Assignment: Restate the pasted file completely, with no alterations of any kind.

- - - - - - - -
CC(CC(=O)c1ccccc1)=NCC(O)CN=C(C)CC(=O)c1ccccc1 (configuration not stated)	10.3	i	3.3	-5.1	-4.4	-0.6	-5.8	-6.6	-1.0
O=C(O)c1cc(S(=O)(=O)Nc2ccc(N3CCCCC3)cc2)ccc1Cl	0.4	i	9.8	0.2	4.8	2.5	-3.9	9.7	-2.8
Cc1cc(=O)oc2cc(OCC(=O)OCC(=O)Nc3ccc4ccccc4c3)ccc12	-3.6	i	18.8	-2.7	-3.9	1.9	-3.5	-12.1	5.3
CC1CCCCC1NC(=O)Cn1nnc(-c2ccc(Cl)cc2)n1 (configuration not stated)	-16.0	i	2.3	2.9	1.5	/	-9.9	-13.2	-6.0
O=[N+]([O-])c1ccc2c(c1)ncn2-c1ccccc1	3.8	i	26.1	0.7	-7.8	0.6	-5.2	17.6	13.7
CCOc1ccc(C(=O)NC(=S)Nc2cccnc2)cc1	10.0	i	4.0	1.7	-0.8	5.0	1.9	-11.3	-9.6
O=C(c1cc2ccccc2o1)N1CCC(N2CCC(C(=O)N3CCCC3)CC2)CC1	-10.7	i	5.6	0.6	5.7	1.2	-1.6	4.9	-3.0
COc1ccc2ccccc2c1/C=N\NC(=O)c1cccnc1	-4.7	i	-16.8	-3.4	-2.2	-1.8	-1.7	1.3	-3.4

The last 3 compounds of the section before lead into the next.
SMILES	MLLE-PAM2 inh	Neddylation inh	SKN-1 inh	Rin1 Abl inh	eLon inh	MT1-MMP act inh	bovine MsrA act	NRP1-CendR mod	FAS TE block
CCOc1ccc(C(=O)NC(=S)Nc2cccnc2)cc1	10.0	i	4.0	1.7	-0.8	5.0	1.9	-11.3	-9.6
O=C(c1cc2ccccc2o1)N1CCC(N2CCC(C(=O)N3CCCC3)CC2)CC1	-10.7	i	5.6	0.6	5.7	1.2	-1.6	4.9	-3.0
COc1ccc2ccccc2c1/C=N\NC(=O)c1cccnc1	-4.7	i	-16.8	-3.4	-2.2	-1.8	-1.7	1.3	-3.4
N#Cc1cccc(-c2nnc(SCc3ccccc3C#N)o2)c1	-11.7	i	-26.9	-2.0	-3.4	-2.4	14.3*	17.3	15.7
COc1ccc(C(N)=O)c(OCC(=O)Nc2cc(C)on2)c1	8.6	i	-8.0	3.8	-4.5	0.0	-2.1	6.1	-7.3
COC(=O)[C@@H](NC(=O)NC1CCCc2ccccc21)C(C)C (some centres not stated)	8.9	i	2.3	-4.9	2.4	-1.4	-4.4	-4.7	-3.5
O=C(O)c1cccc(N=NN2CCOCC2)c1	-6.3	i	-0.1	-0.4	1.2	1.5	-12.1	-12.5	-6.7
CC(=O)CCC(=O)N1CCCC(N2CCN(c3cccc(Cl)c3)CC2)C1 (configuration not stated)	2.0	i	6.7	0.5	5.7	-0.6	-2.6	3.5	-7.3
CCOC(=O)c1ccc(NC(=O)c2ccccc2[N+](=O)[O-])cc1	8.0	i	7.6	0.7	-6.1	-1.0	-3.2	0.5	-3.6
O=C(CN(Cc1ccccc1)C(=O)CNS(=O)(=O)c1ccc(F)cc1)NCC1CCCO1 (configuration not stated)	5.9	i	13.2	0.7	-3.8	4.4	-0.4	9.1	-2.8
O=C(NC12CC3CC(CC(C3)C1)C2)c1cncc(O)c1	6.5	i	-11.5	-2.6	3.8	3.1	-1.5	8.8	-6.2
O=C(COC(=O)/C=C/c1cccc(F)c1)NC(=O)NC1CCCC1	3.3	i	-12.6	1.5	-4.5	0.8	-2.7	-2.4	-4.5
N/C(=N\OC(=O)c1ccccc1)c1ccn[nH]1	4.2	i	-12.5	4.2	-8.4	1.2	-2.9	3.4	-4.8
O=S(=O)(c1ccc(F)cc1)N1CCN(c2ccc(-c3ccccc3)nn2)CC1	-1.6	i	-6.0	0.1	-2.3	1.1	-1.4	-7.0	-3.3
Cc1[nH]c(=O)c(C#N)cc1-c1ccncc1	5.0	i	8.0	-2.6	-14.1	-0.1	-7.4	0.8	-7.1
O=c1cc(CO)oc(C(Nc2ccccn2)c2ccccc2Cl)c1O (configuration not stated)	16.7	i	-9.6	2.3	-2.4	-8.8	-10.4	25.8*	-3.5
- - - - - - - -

CC(CC(=O)c1ccccc1)=NCC(O)CN=C(C)CC(=O)c1ccccc1 (configuration not stated)	10.3	i	3.3	-5.1	-4.4	-0.6	-5.8	-6.6	-1.0
O=C(O)c1cc(S(=O)(=O)Nc2ccc(N3CCCCC3)cc2)ccc1Cl	0.4	i	9.8	0.2	4.8	2.5	-3.9	9.7	-2.8
Cc1cc(=O)oc2cc(OCC(=O)OCC(=O)Nc3ccc4ccccc4c3)ccc12	-3.6	i	18.8	-2.7	-3.9	1.9	-3.5	-12.1	5.3
CC1CCCCC1NC(=O)Cn1nnc(-c2ccc(Cl)cc2)n1 (configuration not stated)	-16.0	i	2.3	2.9	1.5	/	-9.9	-13.2	-6.0
O=[N+]([O-])c1ccc2c(c1)ncn2-c1ccccc1	3.8	i	26.1	0.7	-7.8	0.6	-5.2	17.6	13.7
CCOc1ccc(C(=O)NC(=S)Nc2cccnc2)cc1	10.0	i	4.0	1.7	-0.8	5.0	1.9	-11.3	-9.6
O=C(c1cc2ccccc2o1)N1CCC(N2CCC(C(=O)N3CCCC3)CC2)CC1	-10.7	i	5.6	0.6	5.7	1.2	-1.6	4.9	-3.0
COc1ccc2ccccc2c1/C=N\NC(=O)c1cccnc1	-4.7	i	-16.8	-3.4	-2.2	-1.8	-1.7	1.3	-3.4

The last 3 compounds of the section before lead into the next.
SMILES	MLLE-PAM2 inh	Neddylation inh	SKN-1 inh	Rin1 Abl inh	eLon inh	MT1-MMP act inh	bovine MsrA act	NRP1-CendR mod	FAS TE block
CCOc1ccc(C(=O)NC(=S)Nc2cccnc2)cc1	10.0	i	4.0	1.7	-0.8	5.0	1.9	-11.3	-9.6
O=C(c1cc2ccccc2o1)N1CCC(N2CCC(C(=O)N3CCCC3)CC2)CC1	-10.7	i	5.6	0.6	5.7	1.2	-1.6	4.9	-3.0
COc1ccc2ccccc2c1/C=N\NC(=O)c1cccnc1	-4.7	i	-16.8	-3.4	-2.2	-1.8	-1.7	1.3	-3.4
N#Cc1cccc(-c2nnc(SCc3ccccc3C#N)o2)c1	-11.7	i	-26.9	-2.0	-3.4	-2.4	14.3*	17.3	15.7
COc1ccc(C(N)=O)c(OCC(=O)Nc2cc(C)on2)c1	8.6	i	-8.0	3.8	-4.5	0.0	-2.1	6.1	-7.3
COC(=O)[C@@H](NC(=O)NC1CCCc2ccccc21)C(C)C (some centres not stated)	8.9	i	2.3	-4.9	2.4	-1.4	-4.4	-4.7	-3.5
O=C(O)c1cccc(N=NN2CCOCC2)c1	-6.3	i	-0.1	-0.4	1.2	1.5	-12.1	-12.5	-6.7
CC(=O)CCC(=O)N1CCCC(N2CCN(c3cccc(Cl)c3)CC2)C1 (configuration not stated)	2.0	i	6.7	0.5	5.7	-0.6	-2.6	3.5	-7.3
CCOC(=O)c1ccc(NC(=O)c2ccccc2[N+](=O)[O-])cc1	8.0	i	7.6	0.7	-6.1	-1.0	-3.2	0.5	-3.6
O=C(CN(Cc1ccccc1)C(=O)CNS(=O)(=O)c1ccc(F)cc1)NCC1CCCO1 (configuration not stated)	5.9	i	13.2	0.7	-3.8	4.4	-0.4	9.1	-2.8
O=C(NC12CC3CC(CC(C3)C1)C2)c1cncc(O)c1	6.5	i	-11.5	-2.6	3.8	3.1	-1.5	8.8	-6.2
O=C(COC(=O)/C=C/c1cccc(F)c1)NC(=O)NC1CCCC1	3.3	i	-12.6	1.5	-4.5	0.8	-2.7	-2.4	-4.5
N/C(=N\OC(=O)c1ccccc1)c1ccn[nH]1	4.2	i	-12.5	4.2	-8.4	1.2	-2.9	3.4	-4.8
O=S(=O)(c1ccc(F)cc1)N1CCN(c2ccc(-c3ccccc3)nn2)CC1	-1.6	i	-6.0	0.1	-2.3	1.1	-1.4	-7.0	-3.3
Cc1[nH]c(=O)c(C#N)cc1-c1ccncc1	5.0	i	8.0	-2.6	-14.1	-0.1	-7.4	0.8	-7.1
O=c1cc(CO)oc(C(Nc2ccccn2)c2ccccc2Cl)c1O (configuration not stated)	16.7	i	-9.6	2.3	-2.4	-8.8	-10.4	25.8*	-3.5